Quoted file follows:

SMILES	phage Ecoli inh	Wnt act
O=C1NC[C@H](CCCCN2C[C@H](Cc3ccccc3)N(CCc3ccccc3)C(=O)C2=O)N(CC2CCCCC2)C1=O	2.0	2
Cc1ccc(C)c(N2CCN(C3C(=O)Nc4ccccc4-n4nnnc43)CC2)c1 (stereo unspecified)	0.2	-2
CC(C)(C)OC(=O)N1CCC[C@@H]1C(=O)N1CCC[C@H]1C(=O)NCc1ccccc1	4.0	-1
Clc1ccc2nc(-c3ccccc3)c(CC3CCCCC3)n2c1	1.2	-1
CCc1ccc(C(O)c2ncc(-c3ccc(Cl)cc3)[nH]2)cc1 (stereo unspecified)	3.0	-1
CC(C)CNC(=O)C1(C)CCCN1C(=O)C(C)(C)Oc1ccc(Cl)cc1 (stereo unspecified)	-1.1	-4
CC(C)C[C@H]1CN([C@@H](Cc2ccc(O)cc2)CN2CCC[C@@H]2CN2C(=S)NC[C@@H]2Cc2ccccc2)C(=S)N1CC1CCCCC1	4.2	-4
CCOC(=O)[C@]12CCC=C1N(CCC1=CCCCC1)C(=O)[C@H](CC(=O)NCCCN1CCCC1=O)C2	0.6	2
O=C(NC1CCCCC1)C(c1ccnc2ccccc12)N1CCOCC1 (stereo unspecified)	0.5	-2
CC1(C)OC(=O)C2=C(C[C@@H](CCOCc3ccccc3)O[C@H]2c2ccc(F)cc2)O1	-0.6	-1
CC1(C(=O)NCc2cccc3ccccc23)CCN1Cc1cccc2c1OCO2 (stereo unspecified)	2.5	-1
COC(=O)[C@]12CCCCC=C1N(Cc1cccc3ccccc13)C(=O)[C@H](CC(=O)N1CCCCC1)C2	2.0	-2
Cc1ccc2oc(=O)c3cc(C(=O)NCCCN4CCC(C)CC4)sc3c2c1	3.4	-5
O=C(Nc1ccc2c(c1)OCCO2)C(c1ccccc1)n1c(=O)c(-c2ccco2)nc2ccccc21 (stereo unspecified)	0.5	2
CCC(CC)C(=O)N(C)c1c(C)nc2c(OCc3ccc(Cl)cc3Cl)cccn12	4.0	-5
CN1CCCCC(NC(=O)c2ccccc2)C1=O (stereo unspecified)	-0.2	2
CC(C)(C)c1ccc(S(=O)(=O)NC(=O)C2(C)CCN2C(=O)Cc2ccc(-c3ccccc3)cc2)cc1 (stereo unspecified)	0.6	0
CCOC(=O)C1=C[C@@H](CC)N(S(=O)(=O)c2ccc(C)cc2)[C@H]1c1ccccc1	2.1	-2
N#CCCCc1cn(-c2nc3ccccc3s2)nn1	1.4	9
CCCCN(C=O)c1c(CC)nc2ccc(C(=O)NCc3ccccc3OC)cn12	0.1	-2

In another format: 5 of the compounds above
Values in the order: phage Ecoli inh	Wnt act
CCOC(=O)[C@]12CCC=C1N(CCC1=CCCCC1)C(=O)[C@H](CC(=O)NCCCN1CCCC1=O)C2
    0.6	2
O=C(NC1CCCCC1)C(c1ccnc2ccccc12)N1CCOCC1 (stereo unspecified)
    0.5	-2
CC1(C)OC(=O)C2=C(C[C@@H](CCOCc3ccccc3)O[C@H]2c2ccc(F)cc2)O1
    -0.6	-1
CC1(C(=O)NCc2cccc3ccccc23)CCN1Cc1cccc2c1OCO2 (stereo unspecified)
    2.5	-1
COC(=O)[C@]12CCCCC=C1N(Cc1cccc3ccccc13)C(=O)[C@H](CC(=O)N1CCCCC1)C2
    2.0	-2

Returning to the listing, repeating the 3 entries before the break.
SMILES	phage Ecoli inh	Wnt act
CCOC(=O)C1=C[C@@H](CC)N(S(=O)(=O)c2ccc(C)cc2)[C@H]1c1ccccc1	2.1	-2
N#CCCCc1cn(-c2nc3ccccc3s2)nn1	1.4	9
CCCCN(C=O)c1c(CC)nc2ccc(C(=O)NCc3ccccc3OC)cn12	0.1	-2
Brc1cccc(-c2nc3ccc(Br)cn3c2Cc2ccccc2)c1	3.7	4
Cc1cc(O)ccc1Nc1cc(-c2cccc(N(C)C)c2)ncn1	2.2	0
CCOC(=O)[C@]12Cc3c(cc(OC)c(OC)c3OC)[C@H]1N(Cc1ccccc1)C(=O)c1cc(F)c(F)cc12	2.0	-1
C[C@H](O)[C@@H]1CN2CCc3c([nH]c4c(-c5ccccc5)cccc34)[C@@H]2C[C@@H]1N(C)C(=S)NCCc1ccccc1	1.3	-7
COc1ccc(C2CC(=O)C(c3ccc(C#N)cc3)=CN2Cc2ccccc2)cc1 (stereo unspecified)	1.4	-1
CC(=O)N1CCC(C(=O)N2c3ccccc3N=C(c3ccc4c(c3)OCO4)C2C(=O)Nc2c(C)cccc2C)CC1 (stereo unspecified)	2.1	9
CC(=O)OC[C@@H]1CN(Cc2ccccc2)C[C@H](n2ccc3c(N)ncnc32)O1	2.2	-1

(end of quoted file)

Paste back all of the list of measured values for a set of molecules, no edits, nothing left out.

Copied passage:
SMILES	phage Ecoli inh	Wnt act
O=C1NC[C@H](CCCCN2C[C@H](Cc3ccccc3)N(CCc3ccccc3)C(=O)C2=O)N(CC2CCCCC2)C1=O	2.0	2
Cc1ccc(C)c(N2CCN(C3C(=O)Nc4ccccc4-n4nnnc43)CC2)c1 (stereo unspecified)	0.2	-2
CC(C)(C)OC(=O)N1CCC[C@@H]1C(=O)N1CCC[C@H]1C(=O)NCc1ccccc1	4.0	-1
Clc1ccc2nc(-c3ccccc3)c(CC3CCCCC3)n2c1	1.2	-1
CCc1ccc(C(O)c2ncc(-c3ccc(Cl)cc3)[nH]2)cc1 (stereo unspecified)	3.0	-1
CC(C)CNC(=O)C1(C)CCCN1C(=O)C(C)(C)Oc1ccc(Cl)cc1 (stereo unspecified)	-1.1	-4
CC(C)C[C@H]1CN([C@@H](Cc2ccc(O)cc2)CN2CCC[C@@H]2CN2C(=S)NC[C@@H]2Cc2ccccc2)C(=S)N1CC1CCCCC1	4.2	-4
CCOC(=O)[C@]12CCC=C1N(CCC1=CCCCC1)C(=O)[C@H](CC(=O)NCCCN1CCCC1=O)C2	0.6	2
O=C(NC1CCCCC1)C(c1ccnc2ccccc12)N1CCOCC1 (stereo unspecified)	0.5	-2
CC1(C)OC(=O)C2=C(C[C@@H](CCOCc3ccccc3)O[C@H]2c2ccc(F)cc2)O1	-0.6	-1
CC1(C(=O)NCc2cccc3ccccc23)CCN1Cc1cccc2c1OCO2 (stereo unspecified)	2.5	-1
COC(=O)[C@]12CCCCC=C1N(Cc1cccc3ccccc13)C(=O)[C@H](CC(=O)N1CCCCC1)C2	2.0	-2
Cc1ccc2oc(=O)c3cc(C(=O)NCCCN4CCC(C)CC4)sc3c2c1	3.4	-5
O=C(Nc1ccc2c(c1)OCCO2)C(c1ccccc1)n1c(=O)c(-c2ccco2)nc2ccccc21 (stereo unspecified)	0.5	2
CCC(CC)C(=O)N(C)c1c(C)nc2c(OCc3ccc(Cl)cc3Cl)cccn12	4.0	-5
CN1CCCCC(NC(=O)c2ccccc2)C1=O (stereo unspecified)	-0.2	2
CC(C)(C)c1ccc(S(=O)(=O)NC(=O)C2(C)CCN2C(=O)Cc2ccc(-c3ccccc3)cc2)cc1 (stereo unspecified)	0.6	0
CCOC(=O)C1=C[C@@H](CC)N(S(=O)(=O)c2ccc(C)cc2)[C@H]1c1ccccc1	2.1	-2
N#CCCCc1cn(-c2nc3ccccc3s2)nn1	1.4	9
CCCCN(C=O)c1c(CC)nc2ccc(C(=O)NCc3ccccc3OC)cn12	0.1	-2

In another format: 5 of the compounds above
Values in the order: phage Ecoli inh	Wnt act
CCOC(=O)[C@]12CCC=C1N(CCC1=CCCCC1)C(=O)[C@H](CC(=O)NCCCN1CCCC1=O)C2
    0.6	2
O=C(NC1CCCCC1)C(c1ccnc2ccccc12)N1CCOCC1 (stereo unspecified)
    0.5	-2
CC1(C)OC(=O)C2=C(C[C@@H](CCOCc3ccccc3)O[C@H]2c2ccc(F)cc2)O1
    -0.6	-1
CC1(C(=O)NCc2cccc3ccccc23)CCN1Cc1cccc2c1OCO2 (stereo unspecified)
    2.5	-1
COC(=O)[C@]12CCCCC=C1N(Cc1cccc3ccccc13)C(=O)[C@H](CC(=O)N1CCCCC1)C2
    2.0	-2

Returning to the listing, repeating the 3 entries before the break.
SMILES	phage Ecoli inh	Wnt act
CCOC(=O)C1=C[C@@H](CC)N(S(=O)(=O)c2ccc(C)cc2)[C@H]1c1ccccc1	2.1	-2
N#CCCCc1cn(-c2nc3ccccc3s2)nn1	1.4	9
CCCCN(C=O)c1c(CC)nc2ccc(C(=O)NCc3ccccc3OC)cn12	0.1	-2
Brc1cccc(-c2nc3ccc(Br)cn3c2Cc2ccccc2)c1	3.7	4
Cc1cc(O)ccc1Nc1cc(-c2cccc(N(C)C)c2)ncn1	2.2	0
CCOC(=O)[C@]12Cc3c(cc(OC)c(OC)c3OC)[C@H]1N(Cc1ccccc1)C(=O)c1cc(F)c(F)cc12	2.0	-1
C[C@H](O)[C@@H]1CN2CCc3c([nH]c4c(-c5ccccc5)cccc34)[C@@H]2C[C@@H]1N(C)C(=S)NCCc1ccccc1	1.3	-7
COc1ccc(C2CC(=O)C(c3ccc(C#N)cc3)=CN2Cc2ccccc2)cc1 (stereo unspecified)	1.4	-1
CC(=O)N1CCC(C(=O)N2c3ccccc3N=C(c3ccc4c(c3)OCO4)C2C(=O)Nc2c(C)cccc2C)CC1 (stereo unspecified)	2.1	9
CC(=O)OC[C@@H]1CN(Cc2ccccc2)C[C@H](n2ccc3c(N)ncnc32)O1	2.2	-1